100 Years
Facebook Linked in
Davidow, Davidow, Siegel & Stern, LLP
Long Island's Elder Law, Special Needs & Estate Planning Firm

Thursday, December 23, 2010

Portability Provision of Estate Tax law may be "Wolf in Sheep's Clothing"

The new Estate Tax law may create complications for middle class married couples: The recently enacted Tax Relief Act of 2010 brings back the federal estate tax with a whimper not a bang. But one provision, intended to help married couples, may result in new tax complexities and expense for those of even very modest wealth.

Under the new rules, individuals who die in 2011 or 2012 will have an exemption amount of $5 million dollars (reduced if they made large gifts during lifetime). If their taxable estate does not consume the entire $5 million exemption, the unused portion can be passed on to their surviving spouse. However, the unused exemption amount is available to the surviving spouse only if an election is made and the amount is calculated on a timely filed estate tax return of the deceased spouse. This estate tax return must be filed to pass on the unused exemption even if no return is otherwise required.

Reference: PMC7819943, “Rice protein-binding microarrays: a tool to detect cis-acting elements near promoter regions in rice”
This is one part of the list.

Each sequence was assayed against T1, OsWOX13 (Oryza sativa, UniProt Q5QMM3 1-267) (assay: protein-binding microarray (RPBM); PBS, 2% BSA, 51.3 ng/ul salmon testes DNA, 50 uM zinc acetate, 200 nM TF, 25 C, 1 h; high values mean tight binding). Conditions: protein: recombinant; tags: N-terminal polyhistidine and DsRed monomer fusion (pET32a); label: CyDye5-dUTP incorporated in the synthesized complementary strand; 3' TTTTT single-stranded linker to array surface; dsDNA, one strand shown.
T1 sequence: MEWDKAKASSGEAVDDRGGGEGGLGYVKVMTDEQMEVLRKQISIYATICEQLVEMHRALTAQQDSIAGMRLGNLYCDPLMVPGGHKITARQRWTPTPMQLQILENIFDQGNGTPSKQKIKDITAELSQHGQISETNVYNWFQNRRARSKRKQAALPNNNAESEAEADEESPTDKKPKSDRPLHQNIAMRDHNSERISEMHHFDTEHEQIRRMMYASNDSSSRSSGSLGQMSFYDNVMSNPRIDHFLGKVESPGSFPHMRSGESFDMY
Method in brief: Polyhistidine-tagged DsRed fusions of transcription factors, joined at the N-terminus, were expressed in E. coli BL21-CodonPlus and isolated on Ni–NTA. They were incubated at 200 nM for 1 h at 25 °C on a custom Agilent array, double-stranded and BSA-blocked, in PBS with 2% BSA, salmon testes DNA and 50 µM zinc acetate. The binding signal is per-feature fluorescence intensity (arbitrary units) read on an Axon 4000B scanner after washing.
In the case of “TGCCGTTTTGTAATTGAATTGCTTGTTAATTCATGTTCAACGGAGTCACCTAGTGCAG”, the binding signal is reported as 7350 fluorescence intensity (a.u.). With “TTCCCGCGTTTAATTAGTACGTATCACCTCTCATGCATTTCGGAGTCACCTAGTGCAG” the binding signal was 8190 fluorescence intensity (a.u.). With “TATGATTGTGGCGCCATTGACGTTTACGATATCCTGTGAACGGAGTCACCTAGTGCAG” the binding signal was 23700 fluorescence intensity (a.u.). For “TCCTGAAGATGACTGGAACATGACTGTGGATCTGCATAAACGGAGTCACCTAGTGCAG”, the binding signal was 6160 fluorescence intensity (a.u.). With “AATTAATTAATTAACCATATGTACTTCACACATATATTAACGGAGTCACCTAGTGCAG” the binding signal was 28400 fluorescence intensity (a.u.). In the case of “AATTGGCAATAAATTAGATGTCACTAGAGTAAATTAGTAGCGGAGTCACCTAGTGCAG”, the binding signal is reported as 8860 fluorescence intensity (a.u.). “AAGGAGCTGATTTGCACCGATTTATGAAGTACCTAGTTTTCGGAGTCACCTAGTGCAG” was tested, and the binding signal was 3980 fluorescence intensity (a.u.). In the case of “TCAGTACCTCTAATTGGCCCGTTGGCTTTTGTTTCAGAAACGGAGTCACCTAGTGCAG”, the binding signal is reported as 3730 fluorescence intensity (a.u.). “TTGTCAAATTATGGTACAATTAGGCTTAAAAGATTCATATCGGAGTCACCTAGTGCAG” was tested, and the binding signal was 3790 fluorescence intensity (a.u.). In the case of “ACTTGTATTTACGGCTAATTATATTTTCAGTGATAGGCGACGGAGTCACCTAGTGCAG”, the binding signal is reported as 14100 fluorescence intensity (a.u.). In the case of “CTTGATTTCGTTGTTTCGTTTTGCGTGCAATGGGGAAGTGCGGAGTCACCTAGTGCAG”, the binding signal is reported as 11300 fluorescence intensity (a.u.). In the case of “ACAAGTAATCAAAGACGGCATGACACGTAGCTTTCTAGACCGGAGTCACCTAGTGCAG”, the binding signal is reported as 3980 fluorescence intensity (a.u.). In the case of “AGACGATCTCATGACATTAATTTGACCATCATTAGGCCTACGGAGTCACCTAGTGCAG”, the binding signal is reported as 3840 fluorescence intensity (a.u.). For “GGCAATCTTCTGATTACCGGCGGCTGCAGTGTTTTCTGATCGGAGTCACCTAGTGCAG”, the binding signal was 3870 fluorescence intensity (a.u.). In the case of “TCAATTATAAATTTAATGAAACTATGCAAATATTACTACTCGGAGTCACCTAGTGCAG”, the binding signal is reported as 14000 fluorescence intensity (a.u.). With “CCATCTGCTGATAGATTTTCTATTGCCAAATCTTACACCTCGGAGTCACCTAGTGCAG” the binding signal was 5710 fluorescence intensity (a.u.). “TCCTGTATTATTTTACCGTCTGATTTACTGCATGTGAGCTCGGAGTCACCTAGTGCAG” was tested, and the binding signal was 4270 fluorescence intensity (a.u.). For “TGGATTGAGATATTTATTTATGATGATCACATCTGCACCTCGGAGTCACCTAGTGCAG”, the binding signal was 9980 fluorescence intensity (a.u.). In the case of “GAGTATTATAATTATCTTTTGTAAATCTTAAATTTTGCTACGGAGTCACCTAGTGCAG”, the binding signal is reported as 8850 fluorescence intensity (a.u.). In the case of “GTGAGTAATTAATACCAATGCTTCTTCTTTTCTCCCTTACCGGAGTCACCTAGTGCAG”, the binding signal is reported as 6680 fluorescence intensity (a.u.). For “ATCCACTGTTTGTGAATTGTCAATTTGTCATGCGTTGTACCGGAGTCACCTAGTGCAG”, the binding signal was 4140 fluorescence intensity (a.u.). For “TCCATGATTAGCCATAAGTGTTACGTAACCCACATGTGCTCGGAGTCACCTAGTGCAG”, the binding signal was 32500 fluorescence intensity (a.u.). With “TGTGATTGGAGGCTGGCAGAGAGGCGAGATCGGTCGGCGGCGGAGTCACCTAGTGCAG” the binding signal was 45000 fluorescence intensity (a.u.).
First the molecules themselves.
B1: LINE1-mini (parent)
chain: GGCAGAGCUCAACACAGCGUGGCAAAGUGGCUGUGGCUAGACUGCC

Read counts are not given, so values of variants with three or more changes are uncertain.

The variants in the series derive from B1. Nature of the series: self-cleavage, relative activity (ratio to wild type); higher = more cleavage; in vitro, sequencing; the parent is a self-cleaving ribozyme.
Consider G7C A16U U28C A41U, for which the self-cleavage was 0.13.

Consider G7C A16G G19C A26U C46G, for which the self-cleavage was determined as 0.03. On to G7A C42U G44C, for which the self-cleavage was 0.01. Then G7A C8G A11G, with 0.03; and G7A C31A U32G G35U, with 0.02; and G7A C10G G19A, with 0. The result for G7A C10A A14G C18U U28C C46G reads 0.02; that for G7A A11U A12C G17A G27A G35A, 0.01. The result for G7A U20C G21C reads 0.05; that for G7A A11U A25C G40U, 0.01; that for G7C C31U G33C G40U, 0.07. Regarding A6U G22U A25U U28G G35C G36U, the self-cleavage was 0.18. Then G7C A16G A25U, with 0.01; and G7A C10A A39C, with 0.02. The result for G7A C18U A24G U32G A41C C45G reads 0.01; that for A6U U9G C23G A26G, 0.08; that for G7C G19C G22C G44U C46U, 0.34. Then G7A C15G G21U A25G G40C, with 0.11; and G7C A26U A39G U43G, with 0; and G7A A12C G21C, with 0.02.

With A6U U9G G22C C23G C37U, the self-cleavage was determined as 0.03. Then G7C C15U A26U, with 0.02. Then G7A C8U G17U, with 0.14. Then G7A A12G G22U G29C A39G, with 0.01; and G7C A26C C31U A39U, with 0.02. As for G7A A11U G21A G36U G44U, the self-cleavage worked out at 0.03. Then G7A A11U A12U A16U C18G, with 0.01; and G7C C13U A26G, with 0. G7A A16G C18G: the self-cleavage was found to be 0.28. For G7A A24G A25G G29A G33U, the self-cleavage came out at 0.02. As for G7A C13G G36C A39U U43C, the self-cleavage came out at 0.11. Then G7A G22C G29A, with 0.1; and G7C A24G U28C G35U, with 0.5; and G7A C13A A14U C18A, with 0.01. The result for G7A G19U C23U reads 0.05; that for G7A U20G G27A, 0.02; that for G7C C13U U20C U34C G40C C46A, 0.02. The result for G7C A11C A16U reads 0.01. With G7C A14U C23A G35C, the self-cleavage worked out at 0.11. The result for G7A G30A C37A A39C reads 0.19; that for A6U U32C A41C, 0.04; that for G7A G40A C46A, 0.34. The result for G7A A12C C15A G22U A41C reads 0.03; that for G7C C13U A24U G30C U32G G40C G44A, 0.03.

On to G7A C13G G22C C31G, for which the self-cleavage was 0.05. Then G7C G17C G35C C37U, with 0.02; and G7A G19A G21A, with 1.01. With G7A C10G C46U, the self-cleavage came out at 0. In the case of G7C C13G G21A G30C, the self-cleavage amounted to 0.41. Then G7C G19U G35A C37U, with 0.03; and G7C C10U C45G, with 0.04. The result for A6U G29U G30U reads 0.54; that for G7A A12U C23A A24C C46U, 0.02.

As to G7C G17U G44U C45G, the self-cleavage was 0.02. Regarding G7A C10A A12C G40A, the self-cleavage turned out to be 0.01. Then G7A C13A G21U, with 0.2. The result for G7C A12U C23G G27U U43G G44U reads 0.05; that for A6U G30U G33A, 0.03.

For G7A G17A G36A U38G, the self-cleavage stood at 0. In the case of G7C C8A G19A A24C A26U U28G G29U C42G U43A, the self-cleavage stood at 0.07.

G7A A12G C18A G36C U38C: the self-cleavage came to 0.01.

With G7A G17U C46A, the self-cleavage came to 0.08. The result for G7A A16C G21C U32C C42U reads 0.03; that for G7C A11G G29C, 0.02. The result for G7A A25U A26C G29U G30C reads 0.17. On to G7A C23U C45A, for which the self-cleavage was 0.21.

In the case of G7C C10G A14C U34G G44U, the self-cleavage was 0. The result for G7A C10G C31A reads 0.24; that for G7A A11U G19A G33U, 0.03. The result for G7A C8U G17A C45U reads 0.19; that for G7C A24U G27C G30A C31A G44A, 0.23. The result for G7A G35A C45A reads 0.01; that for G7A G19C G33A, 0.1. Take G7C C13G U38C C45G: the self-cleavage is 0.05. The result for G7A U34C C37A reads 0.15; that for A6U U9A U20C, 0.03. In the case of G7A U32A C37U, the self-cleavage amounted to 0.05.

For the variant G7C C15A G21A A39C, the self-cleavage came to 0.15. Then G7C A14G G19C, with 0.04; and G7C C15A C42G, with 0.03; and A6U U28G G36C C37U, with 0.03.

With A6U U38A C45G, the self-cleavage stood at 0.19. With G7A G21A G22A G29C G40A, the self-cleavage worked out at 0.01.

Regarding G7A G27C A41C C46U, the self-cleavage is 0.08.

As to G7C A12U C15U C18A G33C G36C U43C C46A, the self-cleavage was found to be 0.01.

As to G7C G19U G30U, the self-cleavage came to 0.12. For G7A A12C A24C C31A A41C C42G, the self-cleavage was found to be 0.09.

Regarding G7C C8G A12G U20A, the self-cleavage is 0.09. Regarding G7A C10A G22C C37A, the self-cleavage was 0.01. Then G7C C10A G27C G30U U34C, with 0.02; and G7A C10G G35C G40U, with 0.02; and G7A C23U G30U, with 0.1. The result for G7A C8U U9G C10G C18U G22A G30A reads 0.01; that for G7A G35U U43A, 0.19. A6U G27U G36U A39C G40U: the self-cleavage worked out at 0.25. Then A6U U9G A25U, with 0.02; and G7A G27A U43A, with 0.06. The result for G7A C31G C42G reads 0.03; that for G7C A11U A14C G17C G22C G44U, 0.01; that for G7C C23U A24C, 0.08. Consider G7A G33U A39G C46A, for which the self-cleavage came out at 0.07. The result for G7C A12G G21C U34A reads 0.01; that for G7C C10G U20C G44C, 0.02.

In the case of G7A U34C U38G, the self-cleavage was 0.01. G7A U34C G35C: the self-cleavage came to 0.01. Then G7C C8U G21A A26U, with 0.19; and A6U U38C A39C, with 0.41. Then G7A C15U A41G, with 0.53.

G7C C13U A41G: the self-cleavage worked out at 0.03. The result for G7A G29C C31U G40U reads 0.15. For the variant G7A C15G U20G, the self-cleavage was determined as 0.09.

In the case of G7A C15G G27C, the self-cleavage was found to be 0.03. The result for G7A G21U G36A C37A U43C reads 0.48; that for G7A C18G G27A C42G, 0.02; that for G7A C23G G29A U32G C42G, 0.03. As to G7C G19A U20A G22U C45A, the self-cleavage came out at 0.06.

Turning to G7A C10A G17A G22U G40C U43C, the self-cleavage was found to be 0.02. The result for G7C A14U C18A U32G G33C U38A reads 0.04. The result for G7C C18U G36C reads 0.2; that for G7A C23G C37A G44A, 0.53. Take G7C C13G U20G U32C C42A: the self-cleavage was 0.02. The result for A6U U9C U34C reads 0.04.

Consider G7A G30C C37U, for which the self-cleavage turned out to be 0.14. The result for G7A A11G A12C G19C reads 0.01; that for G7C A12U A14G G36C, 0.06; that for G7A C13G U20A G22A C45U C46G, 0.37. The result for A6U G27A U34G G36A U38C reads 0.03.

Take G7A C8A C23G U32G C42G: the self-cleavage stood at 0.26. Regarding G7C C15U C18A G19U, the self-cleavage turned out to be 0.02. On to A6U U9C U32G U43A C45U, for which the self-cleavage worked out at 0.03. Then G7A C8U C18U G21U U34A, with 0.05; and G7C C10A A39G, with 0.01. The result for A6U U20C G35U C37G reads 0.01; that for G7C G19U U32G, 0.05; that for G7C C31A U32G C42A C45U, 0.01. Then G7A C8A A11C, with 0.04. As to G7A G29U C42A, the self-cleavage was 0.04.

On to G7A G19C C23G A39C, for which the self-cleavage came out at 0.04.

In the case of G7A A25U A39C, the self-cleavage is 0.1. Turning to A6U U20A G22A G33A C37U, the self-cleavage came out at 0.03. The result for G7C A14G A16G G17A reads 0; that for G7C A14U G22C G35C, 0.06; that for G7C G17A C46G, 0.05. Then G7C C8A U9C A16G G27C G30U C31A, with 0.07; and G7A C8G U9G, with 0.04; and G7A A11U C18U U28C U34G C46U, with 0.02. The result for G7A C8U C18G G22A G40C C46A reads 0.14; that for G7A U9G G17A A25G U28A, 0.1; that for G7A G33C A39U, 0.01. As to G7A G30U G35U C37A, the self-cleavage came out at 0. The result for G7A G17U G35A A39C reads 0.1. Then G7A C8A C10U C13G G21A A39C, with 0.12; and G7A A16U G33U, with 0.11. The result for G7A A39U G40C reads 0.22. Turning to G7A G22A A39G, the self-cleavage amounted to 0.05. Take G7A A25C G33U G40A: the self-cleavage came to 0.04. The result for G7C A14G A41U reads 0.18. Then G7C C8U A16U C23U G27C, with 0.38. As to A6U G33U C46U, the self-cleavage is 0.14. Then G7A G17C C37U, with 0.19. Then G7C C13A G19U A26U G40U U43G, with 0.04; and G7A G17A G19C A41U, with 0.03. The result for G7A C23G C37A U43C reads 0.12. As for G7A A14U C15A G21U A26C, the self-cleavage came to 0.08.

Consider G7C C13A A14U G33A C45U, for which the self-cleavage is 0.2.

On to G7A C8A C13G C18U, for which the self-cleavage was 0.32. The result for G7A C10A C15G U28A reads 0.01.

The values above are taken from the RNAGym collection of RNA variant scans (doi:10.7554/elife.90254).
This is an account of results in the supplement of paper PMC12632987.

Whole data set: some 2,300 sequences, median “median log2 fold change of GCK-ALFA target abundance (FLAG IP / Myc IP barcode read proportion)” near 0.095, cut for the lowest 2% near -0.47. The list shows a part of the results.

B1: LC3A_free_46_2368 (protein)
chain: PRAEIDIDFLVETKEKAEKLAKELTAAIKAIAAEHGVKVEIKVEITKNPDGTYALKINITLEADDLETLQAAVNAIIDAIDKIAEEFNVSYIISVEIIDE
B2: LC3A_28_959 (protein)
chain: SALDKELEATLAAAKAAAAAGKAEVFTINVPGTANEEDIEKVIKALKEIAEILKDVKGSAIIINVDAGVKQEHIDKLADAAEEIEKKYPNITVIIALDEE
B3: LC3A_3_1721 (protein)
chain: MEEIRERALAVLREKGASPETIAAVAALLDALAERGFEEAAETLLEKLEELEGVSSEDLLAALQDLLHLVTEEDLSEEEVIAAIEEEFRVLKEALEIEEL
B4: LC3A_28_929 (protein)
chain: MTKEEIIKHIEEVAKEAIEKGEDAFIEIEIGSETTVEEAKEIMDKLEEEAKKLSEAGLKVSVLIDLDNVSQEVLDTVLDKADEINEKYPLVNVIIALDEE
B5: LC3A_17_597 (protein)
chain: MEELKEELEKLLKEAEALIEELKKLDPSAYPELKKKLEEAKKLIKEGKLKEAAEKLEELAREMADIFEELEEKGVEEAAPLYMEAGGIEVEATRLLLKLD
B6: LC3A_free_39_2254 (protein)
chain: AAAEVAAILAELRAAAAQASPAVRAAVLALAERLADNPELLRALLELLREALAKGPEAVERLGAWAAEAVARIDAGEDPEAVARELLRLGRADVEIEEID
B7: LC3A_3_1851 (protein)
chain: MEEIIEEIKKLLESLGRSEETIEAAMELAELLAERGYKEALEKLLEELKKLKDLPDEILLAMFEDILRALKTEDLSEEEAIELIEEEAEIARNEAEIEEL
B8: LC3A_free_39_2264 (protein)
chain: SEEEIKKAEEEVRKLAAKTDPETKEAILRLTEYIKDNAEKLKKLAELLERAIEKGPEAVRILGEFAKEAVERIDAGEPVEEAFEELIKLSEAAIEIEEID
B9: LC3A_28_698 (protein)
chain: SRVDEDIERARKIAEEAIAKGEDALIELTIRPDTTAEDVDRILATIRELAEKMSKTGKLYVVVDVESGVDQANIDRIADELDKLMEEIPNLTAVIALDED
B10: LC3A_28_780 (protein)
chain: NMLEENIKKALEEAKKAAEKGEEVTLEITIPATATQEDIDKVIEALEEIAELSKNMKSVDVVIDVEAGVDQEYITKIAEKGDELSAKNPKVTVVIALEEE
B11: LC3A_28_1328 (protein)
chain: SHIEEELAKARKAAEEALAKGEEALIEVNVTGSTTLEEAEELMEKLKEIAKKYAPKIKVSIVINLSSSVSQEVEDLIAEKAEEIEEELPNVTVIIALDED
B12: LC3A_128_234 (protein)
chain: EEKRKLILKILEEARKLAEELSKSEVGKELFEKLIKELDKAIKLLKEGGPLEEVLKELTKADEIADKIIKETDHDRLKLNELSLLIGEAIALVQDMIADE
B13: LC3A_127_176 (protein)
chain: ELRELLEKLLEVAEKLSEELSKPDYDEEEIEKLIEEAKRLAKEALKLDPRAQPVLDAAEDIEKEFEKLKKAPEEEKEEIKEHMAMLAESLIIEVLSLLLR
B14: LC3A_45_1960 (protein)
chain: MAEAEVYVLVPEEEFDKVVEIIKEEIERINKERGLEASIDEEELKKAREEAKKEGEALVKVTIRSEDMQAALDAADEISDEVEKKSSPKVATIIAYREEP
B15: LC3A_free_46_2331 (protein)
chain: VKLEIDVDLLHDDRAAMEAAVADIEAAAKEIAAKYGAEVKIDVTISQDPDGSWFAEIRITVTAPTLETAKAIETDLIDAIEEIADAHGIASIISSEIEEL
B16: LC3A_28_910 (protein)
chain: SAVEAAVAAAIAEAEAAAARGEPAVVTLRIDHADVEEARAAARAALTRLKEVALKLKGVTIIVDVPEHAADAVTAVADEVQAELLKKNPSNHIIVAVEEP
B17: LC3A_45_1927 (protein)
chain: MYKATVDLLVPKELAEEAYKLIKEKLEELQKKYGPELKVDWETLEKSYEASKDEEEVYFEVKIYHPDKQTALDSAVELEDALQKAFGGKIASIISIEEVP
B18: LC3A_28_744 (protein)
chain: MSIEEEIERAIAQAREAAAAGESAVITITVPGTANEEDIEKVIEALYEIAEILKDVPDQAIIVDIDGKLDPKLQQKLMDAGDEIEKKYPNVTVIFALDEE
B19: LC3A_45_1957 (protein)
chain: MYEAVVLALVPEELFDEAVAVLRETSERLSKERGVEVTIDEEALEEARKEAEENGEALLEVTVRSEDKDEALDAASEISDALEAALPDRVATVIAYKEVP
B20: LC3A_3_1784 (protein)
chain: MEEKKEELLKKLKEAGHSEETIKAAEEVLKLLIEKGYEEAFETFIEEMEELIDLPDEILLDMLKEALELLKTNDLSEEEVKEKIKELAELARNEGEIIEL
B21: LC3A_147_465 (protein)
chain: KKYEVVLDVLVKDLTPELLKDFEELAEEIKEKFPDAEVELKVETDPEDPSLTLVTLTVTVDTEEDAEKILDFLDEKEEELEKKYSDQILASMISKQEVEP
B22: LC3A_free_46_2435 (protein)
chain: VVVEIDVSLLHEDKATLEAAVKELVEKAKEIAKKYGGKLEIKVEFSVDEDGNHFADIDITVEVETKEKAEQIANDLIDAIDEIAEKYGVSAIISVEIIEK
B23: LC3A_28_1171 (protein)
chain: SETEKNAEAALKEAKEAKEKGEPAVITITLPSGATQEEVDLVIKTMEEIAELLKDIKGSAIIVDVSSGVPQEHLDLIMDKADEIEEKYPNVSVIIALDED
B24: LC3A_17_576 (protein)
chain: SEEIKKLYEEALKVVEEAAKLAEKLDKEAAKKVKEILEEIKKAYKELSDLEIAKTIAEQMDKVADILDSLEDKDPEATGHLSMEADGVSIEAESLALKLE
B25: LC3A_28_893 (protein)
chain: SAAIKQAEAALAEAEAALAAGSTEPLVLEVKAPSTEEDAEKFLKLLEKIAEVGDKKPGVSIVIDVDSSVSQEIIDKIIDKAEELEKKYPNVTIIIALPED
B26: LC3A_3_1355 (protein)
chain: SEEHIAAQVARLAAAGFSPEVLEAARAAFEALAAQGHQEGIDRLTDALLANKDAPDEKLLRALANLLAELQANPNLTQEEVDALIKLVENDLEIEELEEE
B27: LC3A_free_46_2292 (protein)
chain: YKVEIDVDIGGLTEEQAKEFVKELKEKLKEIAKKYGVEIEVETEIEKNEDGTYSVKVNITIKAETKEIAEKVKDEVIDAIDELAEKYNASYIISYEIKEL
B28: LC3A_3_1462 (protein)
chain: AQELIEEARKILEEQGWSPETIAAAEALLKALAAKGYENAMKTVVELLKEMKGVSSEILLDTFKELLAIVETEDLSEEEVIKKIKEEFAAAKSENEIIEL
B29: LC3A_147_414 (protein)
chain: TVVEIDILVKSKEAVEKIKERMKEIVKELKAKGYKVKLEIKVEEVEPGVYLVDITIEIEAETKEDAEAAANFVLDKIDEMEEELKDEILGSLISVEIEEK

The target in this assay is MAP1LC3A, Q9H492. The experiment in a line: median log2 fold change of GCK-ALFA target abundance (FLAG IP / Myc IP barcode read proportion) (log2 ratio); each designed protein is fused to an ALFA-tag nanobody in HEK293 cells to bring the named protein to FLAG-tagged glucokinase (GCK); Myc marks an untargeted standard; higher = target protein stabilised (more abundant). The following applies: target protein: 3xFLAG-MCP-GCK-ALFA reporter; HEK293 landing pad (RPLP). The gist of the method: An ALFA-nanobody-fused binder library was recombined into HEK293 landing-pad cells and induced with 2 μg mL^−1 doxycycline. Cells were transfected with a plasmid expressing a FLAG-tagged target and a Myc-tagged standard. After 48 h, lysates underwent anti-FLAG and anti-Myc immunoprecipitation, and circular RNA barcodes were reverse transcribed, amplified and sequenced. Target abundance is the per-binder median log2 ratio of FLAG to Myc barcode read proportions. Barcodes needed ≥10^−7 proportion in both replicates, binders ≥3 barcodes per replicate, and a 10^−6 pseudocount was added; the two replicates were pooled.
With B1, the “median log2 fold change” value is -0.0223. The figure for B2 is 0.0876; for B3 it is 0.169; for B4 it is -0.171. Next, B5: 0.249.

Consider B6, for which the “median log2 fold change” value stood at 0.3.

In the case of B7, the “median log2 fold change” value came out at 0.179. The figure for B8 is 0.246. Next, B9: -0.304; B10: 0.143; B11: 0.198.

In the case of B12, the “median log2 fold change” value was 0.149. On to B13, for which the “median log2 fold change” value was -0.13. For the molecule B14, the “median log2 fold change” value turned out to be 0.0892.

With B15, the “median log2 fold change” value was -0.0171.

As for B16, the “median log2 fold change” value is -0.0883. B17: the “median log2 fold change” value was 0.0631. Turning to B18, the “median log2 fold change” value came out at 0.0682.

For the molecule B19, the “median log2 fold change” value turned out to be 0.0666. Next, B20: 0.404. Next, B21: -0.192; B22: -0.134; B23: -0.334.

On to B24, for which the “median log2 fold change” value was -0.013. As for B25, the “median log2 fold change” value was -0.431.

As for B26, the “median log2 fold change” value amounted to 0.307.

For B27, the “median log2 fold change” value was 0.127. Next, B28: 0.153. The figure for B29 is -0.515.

In its December 10th technical explanation of the provisions of the law, the Congressional Joint Committee on Taxation gives the following example of how this "portability" provision will work:

"Example 1: Assume that Husband 1 dies in 2011, having made taxable transfers of $3 million and having no taxable estate. An election is made on Husband 1's estate tax return to permit Wife to use Husband 1's deceased spousal unused exclusion amount. As of Husband 1's death, Wife has made no taxable gifts. Thereafter, Wife's applicable exclusion amount is $7 million (her $5 million basic exclusion amount plus $2 million deceased spousal unused exclusion amount from Husband 1), which she may use for lifetime gifts or for transfers at death."